Drive around the outer city limits!
Just take a little drive outside the city limits and you pass by gorgeous homes. Or take a "Home and Garden Tour", and you'll see beautiful homes and gardens. This allows the homeowners to show off their homes.
This picture is someone's home. I just loved those large front doors.
This is called the Jardin (pronounced Hardine, like Sardine). It's a beautiful square in the center of town. There are benches all around, where you can sit in the shade to admire the sights and sounds of this wonderful city. On one side is the breathtaking Parroquia Church. Other sides are stores, restaurants, a bank, police station or tourist information. It is also a wonderful place to meet new or old friends.
Travel Notes from San Miguel de Allende
"Everything but the Essential"
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As passionate and somewhat experienced traveler to Mexico, I am afraid I won't join the excitement about by San Miguel de Allende by many travelers, foreign residents and even Mexican citizens. The reason is quite easy to explain: San Miguel is a delightful Mexican colonial town which has everything but the essential: the atmosphere of a Mexican colonial town.
There are some 12,000 foreign residents in San Miguel's urban area or 15% over a population of 60,000. Granted many of those foreigners have their homes and live in or around the city center, it ends up that some 1 out of 4 residents in the city center is a foreigner, not accounting tourists. Many of those residents, generally wealthy North American and Western European, are retirees enjoying the mild climate and the slow pace of life, others run tourist establishments, some others just have chosen to live here for their own reasons. The result is that walking around you will find beautifully-restored colonial homes with SUVs parked in the front, fine restaurants, trendy bars, fashion boutiques, art and jewelry shops and luxury hotels with "first class spa facility with state of the art Cybex weight room".
I am sure San Miguel de Allende is a great place to retire, enjoy life and for relaxing luxury vacations. If you are after a taste of Mexican life in the rightly renowned colonial Central Mexico, head elsewhere (for instance Guanajuato) instead. See also my Photogallery of San Miguel de Allende.
"The Center of American Expatriation"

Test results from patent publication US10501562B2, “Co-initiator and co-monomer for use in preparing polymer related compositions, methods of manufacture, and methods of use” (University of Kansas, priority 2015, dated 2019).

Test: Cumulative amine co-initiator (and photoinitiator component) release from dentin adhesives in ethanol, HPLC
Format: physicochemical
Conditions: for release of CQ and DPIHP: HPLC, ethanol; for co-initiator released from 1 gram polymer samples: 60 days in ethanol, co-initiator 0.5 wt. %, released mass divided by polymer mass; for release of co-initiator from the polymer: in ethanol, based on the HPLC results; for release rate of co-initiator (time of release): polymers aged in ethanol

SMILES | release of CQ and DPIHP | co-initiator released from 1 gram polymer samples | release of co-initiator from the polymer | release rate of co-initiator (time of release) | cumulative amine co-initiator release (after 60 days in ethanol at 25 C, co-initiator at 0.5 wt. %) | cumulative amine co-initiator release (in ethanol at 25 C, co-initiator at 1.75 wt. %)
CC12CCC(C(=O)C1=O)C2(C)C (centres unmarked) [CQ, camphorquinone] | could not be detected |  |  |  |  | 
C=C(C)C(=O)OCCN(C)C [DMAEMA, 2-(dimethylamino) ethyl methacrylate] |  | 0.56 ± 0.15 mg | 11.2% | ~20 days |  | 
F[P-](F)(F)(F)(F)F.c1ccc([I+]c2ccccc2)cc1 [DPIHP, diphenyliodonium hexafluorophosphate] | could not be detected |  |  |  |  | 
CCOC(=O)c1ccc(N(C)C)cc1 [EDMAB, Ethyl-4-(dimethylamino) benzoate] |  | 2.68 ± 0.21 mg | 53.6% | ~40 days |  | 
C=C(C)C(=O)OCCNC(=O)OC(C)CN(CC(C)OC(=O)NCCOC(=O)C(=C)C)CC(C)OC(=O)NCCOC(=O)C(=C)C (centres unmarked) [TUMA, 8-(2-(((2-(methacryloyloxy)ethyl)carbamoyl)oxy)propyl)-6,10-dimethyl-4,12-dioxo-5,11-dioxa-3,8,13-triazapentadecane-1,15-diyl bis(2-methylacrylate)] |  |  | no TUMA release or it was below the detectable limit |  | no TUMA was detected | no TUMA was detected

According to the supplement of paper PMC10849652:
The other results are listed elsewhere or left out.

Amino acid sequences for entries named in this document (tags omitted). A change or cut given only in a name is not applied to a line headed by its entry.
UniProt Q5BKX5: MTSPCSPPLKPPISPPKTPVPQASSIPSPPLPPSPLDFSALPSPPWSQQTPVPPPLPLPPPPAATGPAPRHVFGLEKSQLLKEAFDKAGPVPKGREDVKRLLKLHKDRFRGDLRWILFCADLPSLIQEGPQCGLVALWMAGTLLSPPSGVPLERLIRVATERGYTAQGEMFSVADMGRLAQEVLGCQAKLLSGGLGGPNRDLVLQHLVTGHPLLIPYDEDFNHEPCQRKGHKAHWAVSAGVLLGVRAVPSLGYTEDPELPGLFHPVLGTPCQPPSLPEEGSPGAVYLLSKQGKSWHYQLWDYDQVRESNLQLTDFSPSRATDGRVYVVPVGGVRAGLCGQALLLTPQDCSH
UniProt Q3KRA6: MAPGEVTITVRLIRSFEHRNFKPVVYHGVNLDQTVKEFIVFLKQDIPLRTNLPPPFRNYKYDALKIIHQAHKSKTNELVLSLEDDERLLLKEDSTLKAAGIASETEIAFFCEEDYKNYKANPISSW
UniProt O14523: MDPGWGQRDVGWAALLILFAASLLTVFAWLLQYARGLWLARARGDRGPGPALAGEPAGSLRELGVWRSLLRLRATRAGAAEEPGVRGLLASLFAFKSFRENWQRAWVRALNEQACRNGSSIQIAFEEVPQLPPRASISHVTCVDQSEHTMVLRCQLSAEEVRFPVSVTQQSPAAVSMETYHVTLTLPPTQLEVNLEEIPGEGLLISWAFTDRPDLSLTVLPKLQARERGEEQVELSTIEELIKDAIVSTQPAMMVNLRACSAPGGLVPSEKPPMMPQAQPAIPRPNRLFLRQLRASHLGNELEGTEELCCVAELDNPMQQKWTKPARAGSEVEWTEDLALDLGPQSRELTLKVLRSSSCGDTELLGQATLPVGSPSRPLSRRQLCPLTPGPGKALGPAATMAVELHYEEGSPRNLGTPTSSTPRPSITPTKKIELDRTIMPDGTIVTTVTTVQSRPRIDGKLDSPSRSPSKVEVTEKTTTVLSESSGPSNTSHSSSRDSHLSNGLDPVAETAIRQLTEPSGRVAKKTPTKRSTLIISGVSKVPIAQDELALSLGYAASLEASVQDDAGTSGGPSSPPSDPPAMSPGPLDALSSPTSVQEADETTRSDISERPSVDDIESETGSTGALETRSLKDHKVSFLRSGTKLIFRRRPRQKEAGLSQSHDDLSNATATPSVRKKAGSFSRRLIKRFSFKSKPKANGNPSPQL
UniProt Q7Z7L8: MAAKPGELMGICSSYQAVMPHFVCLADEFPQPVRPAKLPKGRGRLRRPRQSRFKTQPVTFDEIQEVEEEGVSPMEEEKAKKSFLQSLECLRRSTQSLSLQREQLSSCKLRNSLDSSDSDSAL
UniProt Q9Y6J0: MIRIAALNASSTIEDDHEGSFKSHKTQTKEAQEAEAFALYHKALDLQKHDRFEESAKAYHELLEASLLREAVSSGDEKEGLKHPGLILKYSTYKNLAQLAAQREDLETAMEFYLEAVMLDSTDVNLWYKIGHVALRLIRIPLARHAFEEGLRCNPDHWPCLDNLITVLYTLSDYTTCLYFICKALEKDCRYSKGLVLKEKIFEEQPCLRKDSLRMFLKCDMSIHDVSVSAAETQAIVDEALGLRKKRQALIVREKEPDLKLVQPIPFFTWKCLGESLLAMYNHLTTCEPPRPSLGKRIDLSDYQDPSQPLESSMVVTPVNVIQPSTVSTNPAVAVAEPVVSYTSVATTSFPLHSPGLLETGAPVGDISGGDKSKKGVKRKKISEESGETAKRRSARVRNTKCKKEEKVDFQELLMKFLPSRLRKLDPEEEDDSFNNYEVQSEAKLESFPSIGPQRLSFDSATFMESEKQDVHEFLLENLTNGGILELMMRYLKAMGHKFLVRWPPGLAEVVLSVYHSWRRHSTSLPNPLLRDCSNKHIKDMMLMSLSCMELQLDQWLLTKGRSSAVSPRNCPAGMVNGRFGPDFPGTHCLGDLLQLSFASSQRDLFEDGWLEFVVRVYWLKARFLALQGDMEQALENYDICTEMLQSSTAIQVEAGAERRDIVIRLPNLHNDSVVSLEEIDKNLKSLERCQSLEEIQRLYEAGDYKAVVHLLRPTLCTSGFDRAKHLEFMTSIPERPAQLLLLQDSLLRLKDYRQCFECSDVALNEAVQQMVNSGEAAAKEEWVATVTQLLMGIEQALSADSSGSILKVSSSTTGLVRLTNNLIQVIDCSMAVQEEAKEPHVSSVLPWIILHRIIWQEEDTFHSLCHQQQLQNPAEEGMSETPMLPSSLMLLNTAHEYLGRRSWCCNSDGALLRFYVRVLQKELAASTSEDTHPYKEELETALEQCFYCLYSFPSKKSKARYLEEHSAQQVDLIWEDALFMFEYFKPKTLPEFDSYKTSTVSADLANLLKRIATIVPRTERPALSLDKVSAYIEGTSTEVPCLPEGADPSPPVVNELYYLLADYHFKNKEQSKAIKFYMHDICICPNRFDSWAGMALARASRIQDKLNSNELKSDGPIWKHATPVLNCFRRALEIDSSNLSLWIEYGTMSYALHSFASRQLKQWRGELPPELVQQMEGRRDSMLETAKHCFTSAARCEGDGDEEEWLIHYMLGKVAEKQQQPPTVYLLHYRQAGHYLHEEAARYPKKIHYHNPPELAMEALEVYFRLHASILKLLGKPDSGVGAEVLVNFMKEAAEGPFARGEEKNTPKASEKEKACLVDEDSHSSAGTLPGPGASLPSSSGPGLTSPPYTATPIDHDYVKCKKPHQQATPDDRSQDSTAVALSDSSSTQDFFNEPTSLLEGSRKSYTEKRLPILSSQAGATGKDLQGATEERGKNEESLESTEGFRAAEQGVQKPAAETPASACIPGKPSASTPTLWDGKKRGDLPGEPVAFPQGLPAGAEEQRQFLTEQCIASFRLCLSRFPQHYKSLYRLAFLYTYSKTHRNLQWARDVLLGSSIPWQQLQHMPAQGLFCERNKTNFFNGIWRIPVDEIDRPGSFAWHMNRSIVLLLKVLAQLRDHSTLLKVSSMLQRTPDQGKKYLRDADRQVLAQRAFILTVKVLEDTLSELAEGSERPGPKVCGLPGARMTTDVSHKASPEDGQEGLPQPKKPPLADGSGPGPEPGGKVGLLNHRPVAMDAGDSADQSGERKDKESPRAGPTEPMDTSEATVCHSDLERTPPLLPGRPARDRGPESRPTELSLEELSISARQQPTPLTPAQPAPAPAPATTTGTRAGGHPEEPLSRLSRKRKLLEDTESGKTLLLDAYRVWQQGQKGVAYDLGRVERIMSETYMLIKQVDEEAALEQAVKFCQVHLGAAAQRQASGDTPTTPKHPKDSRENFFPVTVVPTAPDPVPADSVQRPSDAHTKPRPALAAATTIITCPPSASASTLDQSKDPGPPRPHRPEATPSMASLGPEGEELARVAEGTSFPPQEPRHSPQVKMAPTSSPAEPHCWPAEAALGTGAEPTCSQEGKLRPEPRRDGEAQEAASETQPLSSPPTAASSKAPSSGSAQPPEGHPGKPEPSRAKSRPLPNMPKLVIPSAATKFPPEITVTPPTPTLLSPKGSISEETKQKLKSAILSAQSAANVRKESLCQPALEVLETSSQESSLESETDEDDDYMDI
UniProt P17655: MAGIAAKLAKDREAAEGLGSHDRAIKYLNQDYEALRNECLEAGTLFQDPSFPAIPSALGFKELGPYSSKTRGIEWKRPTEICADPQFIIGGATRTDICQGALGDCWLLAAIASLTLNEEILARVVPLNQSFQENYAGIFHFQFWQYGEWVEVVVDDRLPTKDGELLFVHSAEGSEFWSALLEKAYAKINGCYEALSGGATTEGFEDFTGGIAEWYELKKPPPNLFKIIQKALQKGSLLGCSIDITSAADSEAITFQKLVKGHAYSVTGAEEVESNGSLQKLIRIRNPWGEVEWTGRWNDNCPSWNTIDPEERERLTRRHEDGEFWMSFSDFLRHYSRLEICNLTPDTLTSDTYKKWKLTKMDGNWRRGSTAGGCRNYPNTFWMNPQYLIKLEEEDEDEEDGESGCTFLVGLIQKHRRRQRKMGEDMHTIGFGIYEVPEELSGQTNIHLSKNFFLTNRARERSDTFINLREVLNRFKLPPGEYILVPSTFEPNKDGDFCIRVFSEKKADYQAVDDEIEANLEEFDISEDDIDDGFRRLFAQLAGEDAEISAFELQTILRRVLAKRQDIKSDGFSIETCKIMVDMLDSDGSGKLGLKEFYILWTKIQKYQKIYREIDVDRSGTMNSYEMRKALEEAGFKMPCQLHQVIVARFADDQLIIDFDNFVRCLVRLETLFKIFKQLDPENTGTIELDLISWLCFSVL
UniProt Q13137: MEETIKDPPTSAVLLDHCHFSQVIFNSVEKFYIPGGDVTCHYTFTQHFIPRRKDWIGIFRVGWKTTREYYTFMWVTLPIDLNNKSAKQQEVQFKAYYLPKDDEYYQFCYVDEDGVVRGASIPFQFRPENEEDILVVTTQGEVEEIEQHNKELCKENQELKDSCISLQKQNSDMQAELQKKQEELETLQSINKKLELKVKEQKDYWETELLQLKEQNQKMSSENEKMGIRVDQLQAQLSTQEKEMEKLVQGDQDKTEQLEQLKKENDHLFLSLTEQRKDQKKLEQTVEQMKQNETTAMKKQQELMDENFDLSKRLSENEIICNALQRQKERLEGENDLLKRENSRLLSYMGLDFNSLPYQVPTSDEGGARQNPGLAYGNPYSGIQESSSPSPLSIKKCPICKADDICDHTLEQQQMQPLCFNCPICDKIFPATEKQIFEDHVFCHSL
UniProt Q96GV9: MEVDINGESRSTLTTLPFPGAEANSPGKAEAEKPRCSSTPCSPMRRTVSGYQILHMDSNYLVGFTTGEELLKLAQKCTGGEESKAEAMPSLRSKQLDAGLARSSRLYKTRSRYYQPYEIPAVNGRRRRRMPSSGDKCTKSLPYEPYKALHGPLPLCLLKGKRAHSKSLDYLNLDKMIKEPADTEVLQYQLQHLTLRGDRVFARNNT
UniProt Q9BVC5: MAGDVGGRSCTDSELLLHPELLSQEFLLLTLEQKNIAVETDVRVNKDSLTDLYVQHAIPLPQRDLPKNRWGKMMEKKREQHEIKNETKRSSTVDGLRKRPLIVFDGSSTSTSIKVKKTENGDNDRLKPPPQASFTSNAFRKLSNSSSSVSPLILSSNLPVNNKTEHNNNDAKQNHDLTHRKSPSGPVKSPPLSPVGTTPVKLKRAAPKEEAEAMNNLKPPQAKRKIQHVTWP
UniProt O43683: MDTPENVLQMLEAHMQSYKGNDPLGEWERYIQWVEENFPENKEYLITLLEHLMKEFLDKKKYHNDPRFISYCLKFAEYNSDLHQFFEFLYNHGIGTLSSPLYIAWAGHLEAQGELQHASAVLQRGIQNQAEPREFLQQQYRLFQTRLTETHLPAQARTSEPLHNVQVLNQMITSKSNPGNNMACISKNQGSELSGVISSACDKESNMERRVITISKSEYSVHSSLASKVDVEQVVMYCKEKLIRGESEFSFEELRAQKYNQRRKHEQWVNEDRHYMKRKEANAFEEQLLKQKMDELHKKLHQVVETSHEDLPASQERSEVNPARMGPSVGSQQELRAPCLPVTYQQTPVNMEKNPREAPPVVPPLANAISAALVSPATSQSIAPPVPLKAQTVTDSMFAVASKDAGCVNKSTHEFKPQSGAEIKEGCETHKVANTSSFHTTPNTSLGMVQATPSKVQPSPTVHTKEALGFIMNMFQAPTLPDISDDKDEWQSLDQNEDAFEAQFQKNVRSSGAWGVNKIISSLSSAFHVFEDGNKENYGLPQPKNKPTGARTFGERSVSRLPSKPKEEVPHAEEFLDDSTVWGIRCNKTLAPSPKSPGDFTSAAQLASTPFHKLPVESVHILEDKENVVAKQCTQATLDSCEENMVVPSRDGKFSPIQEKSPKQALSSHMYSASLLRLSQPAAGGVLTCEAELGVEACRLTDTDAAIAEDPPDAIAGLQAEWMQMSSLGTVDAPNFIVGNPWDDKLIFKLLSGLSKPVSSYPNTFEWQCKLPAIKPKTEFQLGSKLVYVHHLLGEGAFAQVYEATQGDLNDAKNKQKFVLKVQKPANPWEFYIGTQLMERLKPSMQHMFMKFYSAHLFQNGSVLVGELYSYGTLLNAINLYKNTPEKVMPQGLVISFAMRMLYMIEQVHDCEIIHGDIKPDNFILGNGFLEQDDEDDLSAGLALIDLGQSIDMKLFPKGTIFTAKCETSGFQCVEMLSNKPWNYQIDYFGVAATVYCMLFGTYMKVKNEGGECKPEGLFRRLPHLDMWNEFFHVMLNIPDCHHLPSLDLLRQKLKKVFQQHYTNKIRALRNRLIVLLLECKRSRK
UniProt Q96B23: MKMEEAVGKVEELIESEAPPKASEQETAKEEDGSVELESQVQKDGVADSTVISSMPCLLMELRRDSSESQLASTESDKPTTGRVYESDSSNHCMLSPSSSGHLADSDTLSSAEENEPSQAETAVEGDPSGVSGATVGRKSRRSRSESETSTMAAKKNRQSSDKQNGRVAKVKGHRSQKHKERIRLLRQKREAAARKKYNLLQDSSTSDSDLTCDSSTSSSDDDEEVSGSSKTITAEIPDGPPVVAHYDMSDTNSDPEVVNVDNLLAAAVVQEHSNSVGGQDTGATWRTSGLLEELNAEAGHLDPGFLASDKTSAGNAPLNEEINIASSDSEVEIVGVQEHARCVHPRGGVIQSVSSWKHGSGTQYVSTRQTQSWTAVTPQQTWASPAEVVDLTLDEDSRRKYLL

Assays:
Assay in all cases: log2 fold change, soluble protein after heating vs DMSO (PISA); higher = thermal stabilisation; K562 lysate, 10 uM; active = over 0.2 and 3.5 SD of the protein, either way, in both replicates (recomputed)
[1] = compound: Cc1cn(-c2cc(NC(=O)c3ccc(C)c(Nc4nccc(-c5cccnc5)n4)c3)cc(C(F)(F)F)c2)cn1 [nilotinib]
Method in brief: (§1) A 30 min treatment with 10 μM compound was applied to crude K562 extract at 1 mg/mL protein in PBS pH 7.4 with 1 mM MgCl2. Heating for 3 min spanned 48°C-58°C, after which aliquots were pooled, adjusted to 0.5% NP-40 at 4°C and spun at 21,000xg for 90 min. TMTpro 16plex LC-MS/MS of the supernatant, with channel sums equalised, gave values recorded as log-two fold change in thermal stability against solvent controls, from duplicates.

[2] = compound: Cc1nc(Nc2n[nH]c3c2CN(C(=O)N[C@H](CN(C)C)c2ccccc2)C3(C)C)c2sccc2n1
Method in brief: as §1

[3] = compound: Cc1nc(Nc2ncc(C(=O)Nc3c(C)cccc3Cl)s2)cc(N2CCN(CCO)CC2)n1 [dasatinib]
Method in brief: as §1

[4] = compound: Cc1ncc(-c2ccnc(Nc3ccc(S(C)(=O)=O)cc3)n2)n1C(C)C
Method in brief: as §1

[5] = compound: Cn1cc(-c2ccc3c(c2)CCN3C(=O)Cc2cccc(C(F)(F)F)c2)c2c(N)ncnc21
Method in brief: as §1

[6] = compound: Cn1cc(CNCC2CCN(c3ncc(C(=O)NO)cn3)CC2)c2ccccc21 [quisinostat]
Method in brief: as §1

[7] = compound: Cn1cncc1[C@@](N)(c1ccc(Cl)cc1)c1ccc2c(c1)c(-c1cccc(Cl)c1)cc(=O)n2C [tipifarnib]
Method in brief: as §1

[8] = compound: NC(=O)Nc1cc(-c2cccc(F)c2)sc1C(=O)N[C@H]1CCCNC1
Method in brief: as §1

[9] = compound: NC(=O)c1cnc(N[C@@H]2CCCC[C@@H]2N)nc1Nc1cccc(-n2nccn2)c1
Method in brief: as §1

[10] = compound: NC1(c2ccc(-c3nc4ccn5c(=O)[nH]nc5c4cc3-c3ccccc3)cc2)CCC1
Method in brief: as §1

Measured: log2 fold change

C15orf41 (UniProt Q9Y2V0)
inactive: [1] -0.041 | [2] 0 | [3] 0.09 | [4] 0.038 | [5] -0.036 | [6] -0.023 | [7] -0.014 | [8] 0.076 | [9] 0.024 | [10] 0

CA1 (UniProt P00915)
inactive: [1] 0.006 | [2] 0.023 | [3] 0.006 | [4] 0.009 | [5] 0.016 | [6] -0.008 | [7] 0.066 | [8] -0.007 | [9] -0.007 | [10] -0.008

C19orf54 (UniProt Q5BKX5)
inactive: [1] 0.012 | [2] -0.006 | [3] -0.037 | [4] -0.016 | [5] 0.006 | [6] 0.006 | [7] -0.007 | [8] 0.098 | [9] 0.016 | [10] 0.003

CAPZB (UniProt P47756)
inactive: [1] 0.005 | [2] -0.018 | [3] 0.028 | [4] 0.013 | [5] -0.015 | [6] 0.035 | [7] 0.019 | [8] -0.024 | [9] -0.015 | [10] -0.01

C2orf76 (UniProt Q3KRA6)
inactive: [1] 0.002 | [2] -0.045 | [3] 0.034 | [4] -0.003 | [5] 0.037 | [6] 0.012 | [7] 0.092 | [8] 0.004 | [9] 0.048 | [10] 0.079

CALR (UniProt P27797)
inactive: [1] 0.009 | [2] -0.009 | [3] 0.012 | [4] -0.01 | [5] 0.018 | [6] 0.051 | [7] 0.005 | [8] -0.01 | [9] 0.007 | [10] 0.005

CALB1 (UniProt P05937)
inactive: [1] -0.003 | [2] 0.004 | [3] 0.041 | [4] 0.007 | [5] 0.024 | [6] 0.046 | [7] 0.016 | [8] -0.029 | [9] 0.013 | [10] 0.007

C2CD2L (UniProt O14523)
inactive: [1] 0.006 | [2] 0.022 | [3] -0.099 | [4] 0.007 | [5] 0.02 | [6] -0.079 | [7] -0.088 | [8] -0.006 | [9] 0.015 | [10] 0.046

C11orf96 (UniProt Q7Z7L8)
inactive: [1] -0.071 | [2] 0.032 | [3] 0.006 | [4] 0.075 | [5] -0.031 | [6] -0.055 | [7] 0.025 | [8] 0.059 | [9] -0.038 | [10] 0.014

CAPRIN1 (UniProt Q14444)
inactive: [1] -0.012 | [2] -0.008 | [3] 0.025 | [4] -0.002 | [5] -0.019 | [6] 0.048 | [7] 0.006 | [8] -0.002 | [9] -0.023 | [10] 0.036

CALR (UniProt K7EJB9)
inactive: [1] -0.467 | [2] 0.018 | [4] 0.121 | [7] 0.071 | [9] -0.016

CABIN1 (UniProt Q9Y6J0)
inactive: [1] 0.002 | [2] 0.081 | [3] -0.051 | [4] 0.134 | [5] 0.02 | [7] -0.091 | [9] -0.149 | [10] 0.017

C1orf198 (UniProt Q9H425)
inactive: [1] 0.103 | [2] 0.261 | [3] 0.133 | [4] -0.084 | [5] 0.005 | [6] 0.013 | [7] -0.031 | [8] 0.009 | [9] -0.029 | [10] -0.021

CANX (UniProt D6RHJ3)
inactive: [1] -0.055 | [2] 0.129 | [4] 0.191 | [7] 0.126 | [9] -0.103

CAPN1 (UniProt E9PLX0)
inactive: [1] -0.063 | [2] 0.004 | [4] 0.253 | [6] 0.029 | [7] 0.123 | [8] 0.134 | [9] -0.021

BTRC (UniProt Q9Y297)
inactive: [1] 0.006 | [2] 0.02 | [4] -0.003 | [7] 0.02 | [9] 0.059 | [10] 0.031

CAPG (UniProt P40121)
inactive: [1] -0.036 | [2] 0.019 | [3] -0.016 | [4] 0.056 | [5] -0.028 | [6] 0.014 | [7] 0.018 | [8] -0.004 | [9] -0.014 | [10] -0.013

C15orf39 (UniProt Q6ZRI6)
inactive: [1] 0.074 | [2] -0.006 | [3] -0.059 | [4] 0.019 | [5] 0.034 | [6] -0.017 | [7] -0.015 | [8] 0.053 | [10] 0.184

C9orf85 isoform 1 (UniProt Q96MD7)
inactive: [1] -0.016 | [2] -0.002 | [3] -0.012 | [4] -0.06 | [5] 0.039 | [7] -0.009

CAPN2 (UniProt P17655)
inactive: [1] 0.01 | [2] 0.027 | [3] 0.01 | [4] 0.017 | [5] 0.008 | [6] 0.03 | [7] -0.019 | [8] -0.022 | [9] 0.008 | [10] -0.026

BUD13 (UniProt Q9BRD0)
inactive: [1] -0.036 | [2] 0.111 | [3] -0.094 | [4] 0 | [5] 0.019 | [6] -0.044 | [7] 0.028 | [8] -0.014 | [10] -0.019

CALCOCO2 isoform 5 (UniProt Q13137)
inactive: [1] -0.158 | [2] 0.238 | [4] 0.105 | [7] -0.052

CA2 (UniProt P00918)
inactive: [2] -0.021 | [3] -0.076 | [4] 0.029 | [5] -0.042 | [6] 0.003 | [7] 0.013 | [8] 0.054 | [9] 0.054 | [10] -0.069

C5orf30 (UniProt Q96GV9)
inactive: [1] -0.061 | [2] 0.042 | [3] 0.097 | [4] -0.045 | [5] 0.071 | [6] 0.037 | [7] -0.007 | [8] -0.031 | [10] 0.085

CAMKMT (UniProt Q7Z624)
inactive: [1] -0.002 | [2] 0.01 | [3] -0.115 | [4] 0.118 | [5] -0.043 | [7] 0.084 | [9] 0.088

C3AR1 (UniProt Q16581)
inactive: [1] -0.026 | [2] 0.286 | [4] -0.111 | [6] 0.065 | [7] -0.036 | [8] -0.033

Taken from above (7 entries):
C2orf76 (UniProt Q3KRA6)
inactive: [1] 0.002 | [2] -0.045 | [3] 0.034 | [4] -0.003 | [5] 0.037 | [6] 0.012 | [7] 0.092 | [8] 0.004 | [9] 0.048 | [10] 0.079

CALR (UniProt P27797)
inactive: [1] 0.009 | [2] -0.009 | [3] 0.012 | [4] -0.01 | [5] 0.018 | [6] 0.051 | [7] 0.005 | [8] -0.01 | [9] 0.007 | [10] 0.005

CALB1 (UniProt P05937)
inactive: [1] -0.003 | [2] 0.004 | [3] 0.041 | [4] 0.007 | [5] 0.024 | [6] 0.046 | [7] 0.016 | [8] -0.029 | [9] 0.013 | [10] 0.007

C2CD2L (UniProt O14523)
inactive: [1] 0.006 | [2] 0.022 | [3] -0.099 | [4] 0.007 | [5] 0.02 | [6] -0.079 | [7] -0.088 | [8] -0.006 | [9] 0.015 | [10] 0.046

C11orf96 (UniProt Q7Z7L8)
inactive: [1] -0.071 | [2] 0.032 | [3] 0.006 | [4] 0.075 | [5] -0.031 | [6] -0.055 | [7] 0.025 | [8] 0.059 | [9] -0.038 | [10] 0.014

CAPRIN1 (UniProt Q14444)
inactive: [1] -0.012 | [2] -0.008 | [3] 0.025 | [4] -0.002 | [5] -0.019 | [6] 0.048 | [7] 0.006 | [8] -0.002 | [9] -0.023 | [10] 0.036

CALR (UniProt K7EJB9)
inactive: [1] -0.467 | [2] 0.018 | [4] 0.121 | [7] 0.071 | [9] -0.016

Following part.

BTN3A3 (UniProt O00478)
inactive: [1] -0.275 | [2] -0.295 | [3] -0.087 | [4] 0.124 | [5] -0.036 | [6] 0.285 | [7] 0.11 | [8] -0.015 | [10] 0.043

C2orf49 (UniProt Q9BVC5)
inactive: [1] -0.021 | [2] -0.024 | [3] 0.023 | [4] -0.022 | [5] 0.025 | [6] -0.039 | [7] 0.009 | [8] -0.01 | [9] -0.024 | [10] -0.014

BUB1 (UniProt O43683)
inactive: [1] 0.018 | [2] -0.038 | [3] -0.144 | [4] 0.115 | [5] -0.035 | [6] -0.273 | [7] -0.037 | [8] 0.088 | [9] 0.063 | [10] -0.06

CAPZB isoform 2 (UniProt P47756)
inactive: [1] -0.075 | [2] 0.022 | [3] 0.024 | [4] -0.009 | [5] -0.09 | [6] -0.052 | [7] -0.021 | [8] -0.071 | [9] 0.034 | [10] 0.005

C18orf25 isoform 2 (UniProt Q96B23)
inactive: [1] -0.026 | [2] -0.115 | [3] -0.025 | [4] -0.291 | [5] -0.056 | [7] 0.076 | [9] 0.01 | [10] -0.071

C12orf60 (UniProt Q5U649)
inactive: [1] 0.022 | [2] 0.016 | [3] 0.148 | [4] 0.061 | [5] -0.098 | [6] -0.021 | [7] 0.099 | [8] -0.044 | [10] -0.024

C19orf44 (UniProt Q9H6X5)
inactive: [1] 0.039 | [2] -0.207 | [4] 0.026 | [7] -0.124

Famous worldwide for its mild climate, thermal springs and colonial architecture, San Miguel de Allende has attracted over the last 60 years a large community of foreign residents, especially Americans, who today account for about 70% of the expatriate population. American (US) expatriation started at the end of WWII as education grants to war veterans were stretched at the art school Instituto Allende in San Miguel and many veterans came down here to study art, live cheaply and have a good time. In the counterculture years of the 1960s, San Miguel began its career as a center for American expatriation that has lasted till today. San Miguel has lately been undergoing demographic changes which concern many long time residents, who have protested the number of new developments, shopping malls and other overwhelming commercial businesses.
"The Gingerbread Gothic"
The multicultural spirit of San Miguel de Allende is well represented by its major landmark, the parish church la Paroquia, whose architecture is so different from the dominant Baroque usually found in churches throughout Mexico that will leave you fascinated or disappointed. The style is a kind of Gothic, the funniest definition I found is "Gingerbread Gothic" and the closest thing I could pair it to is the Sagrada Familia in Barcelona. Legend has it that the architect of the façade and the towers (added in 1888 to the existing structure) had never seen a gothic church and took his ideas from picture postcards of gothic cathedrals in Europe, sketching his ideas on the sand to instruct construction workmen with what he had envisioned.
My first trip to Mexico! An incredible journey!
"Watch your step!"
San Miguel de Allende is a grand old colonial city, situated in the center of Mexico, in the state of Guanajuato. 145,000 people call this city their home. Don't be surprised if you see gringos (an American). It is becoming a popular retirement home for us Americans. Part of my family just bought a home there this month.
The great part about San Miguel is the archeological monuments that still stand. The majority were constructed between 900 and 1100 AD.
.As you walk around San Miguel de Allende, make sure you watch where you walk since the road & stones are uneven. Also wear comfortable walking shoes. Often you are so busy looking around that you don't pay attention to the road, or traffic. It's an awesome city to see. You never know what buildings are around the corner.
I recently returned from San Miguel, Dec. 18-27, 2004. I will be returning May 10-17, 2005. Would love to meet anyone that lives in the area!
This is the plane that flew me out of California, into BJX- Leon airport. Here we are getting back on the plane after a brief stop in Zacatecas to pick up more passengers. They also checked our passports.
You also have another option of flying into Mexico City, but you would need to take a 4 hour bus/shuttle ride to SMA.
There are also other options. Mexicana is a red eye flight, so you get to Leon faster, but we are taking day flights from now on.
"A familiar site in San Miguel de Allende"
I am not sure of the name of this church or temple. It is located on Canal street, about a block away from the Jardin Principal. Almost every street you walk or drive down, you will most likely spot an old building, church or monument. It's breathtaking. You will never be bored here.